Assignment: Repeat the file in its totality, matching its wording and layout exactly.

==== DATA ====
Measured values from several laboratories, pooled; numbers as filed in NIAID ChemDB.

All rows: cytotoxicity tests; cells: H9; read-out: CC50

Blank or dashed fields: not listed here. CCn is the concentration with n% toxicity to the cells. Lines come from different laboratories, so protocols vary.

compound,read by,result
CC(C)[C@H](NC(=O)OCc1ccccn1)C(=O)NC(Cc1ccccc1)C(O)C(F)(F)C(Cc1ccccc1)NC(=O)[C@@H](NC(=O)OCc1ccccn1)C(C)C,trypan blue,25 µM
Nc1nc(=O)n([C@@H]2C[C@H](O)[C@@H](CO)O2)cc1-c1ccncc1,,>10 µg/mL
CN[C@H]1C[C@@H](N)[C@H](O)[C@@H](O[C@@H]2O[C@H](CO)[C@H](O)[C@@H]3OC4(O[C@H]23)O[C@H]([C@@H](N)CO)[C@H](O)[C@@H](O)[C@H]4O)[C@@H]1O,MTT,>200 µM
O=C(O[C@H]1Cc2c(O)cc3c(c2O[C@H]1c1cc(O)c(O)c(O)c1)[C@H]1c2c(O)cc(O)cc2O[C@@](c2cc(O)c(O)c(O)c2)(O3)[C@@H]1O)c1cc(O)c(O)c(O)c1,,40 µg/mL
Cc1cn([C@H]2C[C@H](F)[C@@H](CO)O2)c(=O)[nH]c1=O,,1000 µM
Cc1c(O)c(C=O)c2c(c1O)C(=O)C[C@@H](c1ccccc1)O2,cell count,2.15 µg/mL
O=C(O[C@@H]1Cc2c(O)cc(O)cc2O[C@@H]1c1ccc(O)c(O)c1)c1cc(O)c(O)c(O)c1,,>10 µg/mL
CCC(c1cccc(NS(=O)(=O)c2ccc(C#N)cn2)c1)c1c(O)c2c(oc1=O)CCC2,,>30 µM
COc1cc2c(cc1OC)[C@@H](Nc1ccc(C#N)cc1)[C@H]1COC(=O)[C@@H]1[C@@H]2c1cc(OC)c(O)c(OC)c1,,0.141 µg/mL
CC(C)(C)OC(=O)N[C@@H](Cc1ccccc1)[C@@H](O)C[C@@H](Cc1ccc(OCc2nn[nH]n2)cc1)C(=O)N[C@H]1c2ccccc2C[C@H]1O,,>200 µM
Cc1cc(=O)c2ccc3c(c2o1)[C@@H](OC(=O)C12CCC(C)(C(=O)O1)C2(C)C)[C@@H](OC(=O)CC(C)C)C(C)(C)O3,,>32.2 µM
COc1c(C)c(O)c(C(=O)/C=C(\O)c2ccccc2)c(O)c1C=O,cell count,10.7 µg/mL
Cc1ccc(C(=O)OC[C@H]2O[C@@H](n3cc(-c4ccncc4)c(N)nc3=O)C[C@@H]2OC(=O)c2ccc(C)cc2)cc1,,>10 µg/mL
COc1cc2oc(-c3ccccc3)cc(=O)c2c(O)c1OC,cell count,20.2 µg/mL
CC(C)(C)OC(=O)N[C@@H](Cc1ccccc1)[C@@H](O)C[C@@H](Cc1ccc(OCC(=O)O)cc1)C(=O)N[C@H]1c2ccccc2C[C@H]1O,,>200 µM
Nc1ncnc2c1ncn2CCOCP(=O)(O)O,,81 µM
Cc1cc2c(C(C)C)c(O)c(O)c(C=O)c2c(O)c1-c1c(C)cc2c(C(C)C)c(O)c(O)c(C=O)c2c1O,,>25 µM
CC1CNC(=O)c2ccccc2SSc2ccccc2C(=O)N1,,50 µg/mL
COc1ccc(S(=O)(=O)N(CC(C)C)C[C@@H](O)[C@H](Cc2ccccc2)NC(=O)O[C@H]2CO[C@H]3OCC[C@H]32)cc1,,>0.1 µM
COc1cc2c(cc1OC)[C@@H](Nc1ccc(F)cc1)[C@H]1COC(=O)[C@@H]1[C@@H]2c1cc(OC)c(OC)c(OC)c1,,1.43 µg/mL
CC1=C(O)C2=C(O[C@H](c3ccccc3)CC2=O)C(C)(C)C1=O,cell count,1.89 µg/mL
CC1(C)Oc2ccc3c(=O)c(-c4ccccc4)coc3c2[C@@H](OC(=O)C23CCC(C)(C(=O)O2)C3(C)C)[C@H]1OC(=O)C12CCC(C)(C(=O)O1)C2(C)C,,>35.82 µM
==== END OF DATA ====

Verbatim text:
Measured values from several laboratories, pooled; numbers as filed in NIAID ChemDB.

All rows: cytotoxicity tests; cells: H9; read-out: CC50

Blank or dashed fields: not listed here. CCn is the concentration with n% toxicity to the cells. Lines come from different laboratories, so protocols vary.

compound,read by,result
CC(C)[C@H](NC(=O)OCc1ccccn1)C(=O)NC(Cc1ccccc1)C(O)C(F)(F)C(Cc1ccccc1)NC(=O)[C@@H](NC(=O)OCc1ccccn1)C(C)C,trypan blue,25 µM
Nc1nc(=O)n([C@@H]2C[C@H](O)[C@@H](CO)O2)cc1-c1ccncc1,,>10 µg/mL
CN[C@H]1C[C@@H](N)[C@H](O)[C@@H](O[C@@H]2O[C@H](CO)[C@H](O)[C@@H]3OC4(O[C@H]23)O[C@H]([C@@H](N)CO)[C@H](O)[C@@H](O)[C@H]4O)[C@@H]1O,MTT,>200 µM
O=C(O[C@H]1Cc2c(O)cc3c(c2O[C@H]1c1cc(O)c(O)c(O)c1)[C@H]1c2c(O)cc(O)cc2O[C@@](c2cc(O)c(O)c(O)c2)(O3)[C@@H]1O)c1cc(O)c(O)c(O)c1,,40 µg/mL
Cc1cn([C@H]2C[C@H](F)[C@@H](CO)O2)c(=O)[nH]c1=O,,1000 µM
Cc1c(O)c(C=O)c2c(c1O)C(=O)C[C@@H](c1ccccc1)O2,cell count,2.15 µg/mL
O=C(O[C@@H]1Cc2c(O)cc(O)cc2O[C@@H]1c1ccc(O)c(O)c1)c1cc(O)c(O)c(O)c1,,>10 µg/mL
CCC(c1cccc(NS(=O)(=O)c2ccc(C#N)cn2)c1)c1c(O)c2c(oc1=O)CCC2,,>30 µM
COc1cc2c(cc1OC)[C@@H](Nc1ccc(C#N)cc1)[C@H]1COC(=O)[C@@H]1[C@@H]2c1cc(OC)c(O)c(OC)c1,,0.141 µg/mL
CC(C)(C)OC(=O)N[C@@H](Cc1ccccc1)[C@@H](O)C[C@@H](Cc1ccc(OCc2nn[nH]n2)cc1)C(=O)N[C@H]1c2ccccc2C[C@H]1O,,>200 µM
Cc1cc(=O)c2ccc3c(c2o1)[C@@H](OC(=O)C12CCC(C)(C(=O)O1)C2(C)C)[C@@H](OC(=O)CC(C)C)C(C)(C)O3,,>32.2 µM
COc1c(C)c(O)c(C(=O)/C=C(\O)c2ccccc2)c(O)c1C=O,cell count,10.7 µg/mL
Cc1ccc(C(=O)OC[C@H]2O[C@@H](n3cc(-c4ccncc4)c(N)nc3=O)C[C@@H]2OC(=O)c2ccc(C)cc2)cc1,,>10 µg/mL
COc1cc2oc(-c3ccccc3)cc(=O)c2c(O)c1OC,cell count,20.2 µg/mL
CC(C)(C)OC(=O)N[C@@H](Cc1ccccc1)[C@@H](O)C[C@@H](Cc1ccc(OCC(=O)O)cc1)C(=O)N[C@H]1c2ccccc2C[C@H]1O,,>200 µM
Nc1ncnc2c1ncn2CCOCP(=O)(O)O,,81 µM
Cc1cc2c(C(C)C)c(O)c(O)c(C=O)c2c(O)c1-c1c(C)cc2c(C(C)C)c(O)c(O)c(C=O)c2c1O,,>25 µM
CC1CNC(=O)c2ccccc2SSc2ccccc2C(=O)N1,,50 µg/mL
COc1ccc(S(=O)(=O)N(CC(C)C)C[C@@H](O)[C@H](Cc2ccccc2)NC(=O)O[C@H]2CO[C@H]3OCC[C@H]32)cc1,,>0.1 µM
COc1cc2c(cc1OC)[C@@H](Nc1ccc(F)cc1)[C@H]1COC(=O)[C@@H]1[C@@H]2c1cc(OC)c(OC)c(OC)c1,,1.43 µg/mL
CC1=C(O)C2=C(O[C@H](c3ccccc3)CC2=O)C(C)(C)C1=O,cell count,1.89 µg/mL
CC1(C)Oc2ccc3c(=O)c(-c4ccccc4)coc3c2[C@@H](OC(=O)C23CCC(C)(C(=O)O2)C3(C)C)[C@H]1OC(=O)C12CCC(C)(C(=O)O1)C2(C)C,,>35.82 µM